87 Wn.2d 253, THE CITY OF SEATTLE, Appellant, v. OLLIE BIRT CROCKETT, Respondent

[No. 44061. En Banc.      Supreme Court      June 24, 1976.]

THE CITY OF SEATTLE, Appellant, v. OLLIE BIRT CROCKETT,
                               Respondent.

[1] Courts of Limited Jurisdiction - Appeal - Trial De Novo - Nature. A trial de novo in superior court as the result of an appeal from a municipal court conviction Is an exercise of the appellate jurisdiction of the superior court, notwithstanding that the superior court proceeding is conducted as though there had been no previous trial.

[2] Criminal Law - Rules of Court - Construction - In General. The criminal rules applicable to superior courts and courts of limited jurisdiction must be construed together so as to provide an integrated procedure in the two courts.

[3] Criminal Law - Trial - Time of Trial - Appeal to Superior Court - Rules of Court. The requirement of CrR 3.3(b) that a charge be brought to trial within 90 days of a preliminary appearance does not apply to the time of a trial de novo in superior court following an appeal from a conviction in municipal court.

[4] Criminal Law - Trial - Time of Trial - Appeal to Superior Court - Constitutional Rights. A defendant's constitutional right to a speedy determination of an appeal of a criminal conviction from a court of

 254    SEATTLE v. CROCKETT     [June 1976 
           87 Wn.2d 253,551 P.2d 740

limited jurisdiction depends upon his diligence in prosecuting the appeal.

Appeal from a judgment of the Superior Court for King County, No. 73126, Janice Niemi, J., entered November 24, 1975. Reversed.

Prosecution for unlawfully discharging a firearm. The City appeals from a dismissal of the charge.

John P. Harris, Corporation Counsel, and Richard S. Oettinger, Assistant, for appellant.

Jerome J. Doherty of Seattle-King County Public Defender, for respondent.

DOLLIVER, J. -

This is an appeal from an order entered by the King County Superior Court dismissing defendant's conviction in Seattle Municipal Court for illegally discharging a firearm in violation of a city ordinance. The conviction was dismissed due to an alleged failure to comply with CrR 3.3(b): the defendant was not given a trial de novo within 90 days from the date his counsel requested and received a trial date from the clerk of the superior court.

The sole issue is whether the time limits of CrR 3.3(b) have been met in an appeal to the superior court for a trial de novo where a person charged with a crime is brought initially to trial in municipal court within 90 days following the preliminary appearance. We hold under these circumstances the requirements of CrR 3.3(b) have been met and reverse the trial court.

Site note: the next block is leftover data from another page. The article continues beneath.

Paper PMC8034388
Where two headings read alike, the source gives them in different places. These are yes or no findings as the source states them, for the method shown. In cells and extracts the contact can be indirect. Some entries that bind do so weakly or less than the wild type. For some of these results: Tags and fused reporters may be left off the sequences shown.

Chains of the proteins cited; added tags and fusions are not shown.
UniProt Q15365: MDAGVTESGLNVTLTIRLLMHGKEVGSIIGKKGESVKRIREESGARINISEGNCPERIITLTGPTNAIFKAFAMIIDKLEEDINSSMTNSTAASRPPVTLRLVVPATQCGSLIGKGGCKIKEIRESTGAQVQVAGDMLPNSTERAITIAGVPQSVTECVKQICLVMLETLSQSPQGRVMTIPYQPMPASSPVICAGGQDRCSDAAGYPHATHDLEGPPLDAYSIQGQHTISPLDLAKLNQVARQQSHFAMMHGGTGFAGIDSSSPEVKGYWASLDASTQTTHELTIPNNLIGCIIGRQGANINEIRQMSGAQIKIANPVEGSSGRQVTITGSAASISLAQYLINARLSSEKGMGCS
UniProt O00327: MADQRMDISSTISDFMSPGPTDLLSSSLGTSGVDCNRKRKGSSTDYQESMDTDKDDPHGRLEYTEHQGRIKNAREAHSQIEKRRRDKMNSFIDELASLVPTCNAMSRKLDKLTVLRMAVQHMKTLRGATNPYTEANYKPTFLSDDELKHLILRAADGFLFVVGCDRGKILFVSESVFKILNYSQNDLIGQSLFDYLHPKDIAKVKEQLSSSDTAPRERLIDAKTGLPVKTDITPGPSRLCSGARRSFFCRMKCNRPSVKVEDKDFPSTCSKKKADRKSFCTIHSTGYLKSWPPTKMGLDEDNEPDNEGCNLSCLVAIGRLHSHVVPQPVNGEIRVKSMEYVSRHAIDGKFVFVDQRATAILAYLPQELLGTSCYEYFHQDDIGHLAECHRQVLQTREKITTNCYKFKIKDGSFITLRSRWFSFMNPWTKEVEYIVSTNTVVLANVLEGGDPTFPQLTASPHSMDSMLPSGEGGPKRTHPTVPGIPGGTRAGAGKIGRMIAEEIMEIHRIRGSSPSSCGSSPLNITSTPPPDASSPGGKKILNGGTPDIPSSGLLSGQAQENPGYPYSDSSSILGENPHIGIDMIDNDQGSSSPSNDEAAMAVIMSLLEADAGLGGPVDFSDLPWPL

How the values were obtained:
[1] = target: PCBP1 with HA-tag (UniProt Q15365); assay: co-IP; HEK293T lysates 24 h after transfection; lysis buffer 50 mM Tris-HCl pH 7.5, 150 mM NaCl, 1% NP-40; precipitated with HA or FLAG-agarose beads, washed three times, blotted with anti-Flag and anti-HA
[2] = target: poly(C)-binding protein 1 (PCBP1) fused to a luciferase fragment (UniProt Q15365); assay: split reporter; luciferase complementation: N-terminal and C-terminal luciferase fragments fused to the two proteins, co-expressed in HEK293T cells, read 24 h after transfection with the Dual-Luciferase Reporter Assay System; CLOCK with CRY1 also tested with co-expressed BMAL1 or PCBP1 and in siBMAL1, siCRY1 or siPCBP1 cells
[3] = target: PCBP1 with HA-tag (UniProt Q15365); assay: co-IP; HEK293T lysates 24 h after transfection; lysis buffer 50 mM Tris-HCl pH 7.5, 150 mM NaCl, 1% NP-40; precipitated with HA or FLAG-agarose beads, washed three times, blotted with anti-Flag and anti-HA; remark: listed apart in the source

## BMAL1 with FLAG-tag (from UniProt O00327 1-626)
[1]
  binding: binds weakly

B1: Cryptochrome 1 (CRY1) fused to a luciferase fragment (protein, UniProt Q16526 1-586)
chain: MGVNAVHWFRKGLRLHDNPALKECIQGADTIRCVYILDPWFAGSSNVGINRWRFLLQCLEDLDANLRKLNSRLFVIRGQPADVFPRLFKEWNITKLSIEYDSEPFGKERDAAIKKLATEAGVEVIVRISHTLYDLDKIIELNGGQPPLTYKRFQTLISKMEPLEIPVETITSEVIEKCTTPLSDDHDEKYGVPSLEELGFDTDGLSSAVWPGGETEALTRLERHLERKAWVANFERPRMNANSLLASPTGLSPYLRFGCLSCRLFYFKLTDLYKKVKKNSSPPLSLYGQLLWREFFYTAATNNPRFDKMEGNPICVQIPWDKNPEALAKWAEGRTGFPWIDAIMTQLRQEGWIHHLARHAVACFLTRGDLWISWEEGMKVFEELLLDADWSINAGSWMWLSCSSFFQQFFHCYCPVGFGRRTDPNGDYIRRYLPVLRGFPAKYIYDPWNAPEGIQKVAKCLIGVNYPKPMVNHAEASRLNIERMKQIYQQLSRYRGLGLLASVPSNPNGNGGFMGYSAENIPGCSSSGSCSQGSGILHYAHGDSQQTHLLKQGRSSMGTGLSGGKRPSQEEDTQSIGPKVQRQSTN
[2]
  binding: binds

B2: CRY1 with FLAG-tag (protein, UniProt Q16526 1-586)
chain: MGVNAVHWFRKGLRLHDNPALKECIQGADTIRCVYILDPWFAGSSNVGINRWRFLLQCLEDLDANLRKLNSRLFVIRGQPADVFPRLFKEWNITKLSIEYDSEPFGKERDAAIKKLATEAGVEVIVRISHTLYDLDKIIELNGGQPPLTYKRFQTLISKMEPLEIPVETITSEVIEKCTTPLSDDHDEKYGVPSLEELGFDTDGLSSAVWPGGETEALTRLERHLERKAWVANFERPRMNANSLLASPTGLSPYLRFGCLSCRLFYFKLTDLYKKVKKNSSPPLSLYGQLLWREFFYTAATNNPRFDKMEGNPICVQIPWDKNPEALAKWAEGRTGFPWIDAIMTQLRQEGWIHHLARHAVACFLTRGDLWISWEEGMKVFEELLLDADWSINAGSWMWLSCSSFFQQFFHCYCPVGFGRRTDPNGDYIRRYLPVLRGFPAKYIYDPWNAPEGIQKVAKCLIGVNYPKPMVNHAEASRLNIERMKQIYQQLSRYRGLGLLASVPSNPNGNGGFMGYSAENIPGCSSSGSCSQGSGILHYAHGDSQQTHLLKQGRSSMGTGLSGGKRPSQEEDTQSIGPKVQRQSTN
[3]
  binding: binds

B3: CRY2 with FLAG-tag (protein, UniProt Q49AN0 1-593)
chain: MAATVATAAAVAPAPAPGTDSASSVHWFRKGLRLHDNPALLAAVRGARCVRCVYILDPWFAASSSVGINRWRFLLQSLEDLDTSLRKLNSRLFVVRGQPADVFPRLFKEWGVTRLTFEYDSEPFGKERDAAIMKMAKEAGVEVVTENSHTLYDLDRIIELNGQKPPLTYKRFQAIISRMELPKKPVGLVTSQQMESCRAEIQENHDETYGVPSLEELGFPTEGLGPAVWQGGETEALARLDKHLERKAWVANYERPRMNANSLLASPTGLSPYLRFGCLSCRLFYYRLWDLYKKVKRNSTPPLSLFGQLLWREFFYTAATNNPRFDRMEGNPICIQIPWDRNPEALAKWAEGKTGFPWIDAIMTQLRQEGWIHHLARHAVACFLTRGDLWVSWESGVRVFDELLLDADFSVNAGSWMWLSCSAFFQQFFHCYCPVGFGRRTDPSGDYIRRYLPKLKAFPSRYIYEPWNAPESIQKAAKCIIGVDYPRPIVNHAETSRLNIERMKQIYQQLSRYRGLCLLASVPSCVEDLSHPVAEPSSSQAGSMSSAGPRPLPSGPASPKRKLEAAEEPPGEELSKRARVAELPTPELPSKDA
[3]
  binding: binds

The following facts are relevant to the resolution of the issues presented: February 25, 1975

A "Washington Uniform Citation and Notice to Appear" was issued to defendant for discharging a firearm within the city limits. March 14, 1975      Defendant made a preliminary appearance before the Seattle Municipal Court pursuant to JCrR 2.03 and entered a plea of not guilty.

 June 1976]          SEATTLE v. CROCKETT               255 
87 Wn.2d 253, 551 P.2d 740

April 22, 1975 Defendant was found guilty by the Seattle Municipal Court
                39 days after his preliminary appearance.
June 4, 1975      Defendant was sentenced to 60 days in jail.
June 9, 1975      Defendant filed a notice of appeal in municipal court.
July 25, 1975     A trial de novo in superior court was set for December 8,
                1975.
November 3, 1975 Defendant made a motion to dismiss.
November 24, 1975 The superior court granted the motion and entered an order
                dismissing the criminal conviction pursuant to CrR 3.3(f).

CrR 3.3(b) provides:

     A criminal charge shall be brought to trial within 90 days following the preliminary appearance.

CrR 3.3(f) provided:

     A criminal charge not brought to trial as required by this rule shall be dismissed with prejudice.

The defendant contends that the requirements of CrR 33(b) have not been met because (1) a trial de novo is a new proceeding in superior court and the plain language of the rule gives him a right to a trial in superior court within 90 days; (2) the "preliminary appearance" occurred and the 90-day period commenced to run on the day the defendant's case was either set or noted for trial in the superior court; and (3) the reasons for the rule are not obviated by the fact that defendant has appealed to superior court for a trial de novo.

[1] A trial de novo in superior court as the result of a conviction and appeal taken in municipal court does not signal the initiation of an entirely new criminal process or procedure. The slate has not been wiped clean as, for example, where the defendant is to be tried again following a mistrial or order granting a new trial. See ABA Standards Relating to Speedy Trial 2.2(c) (Approved Draft, 1968).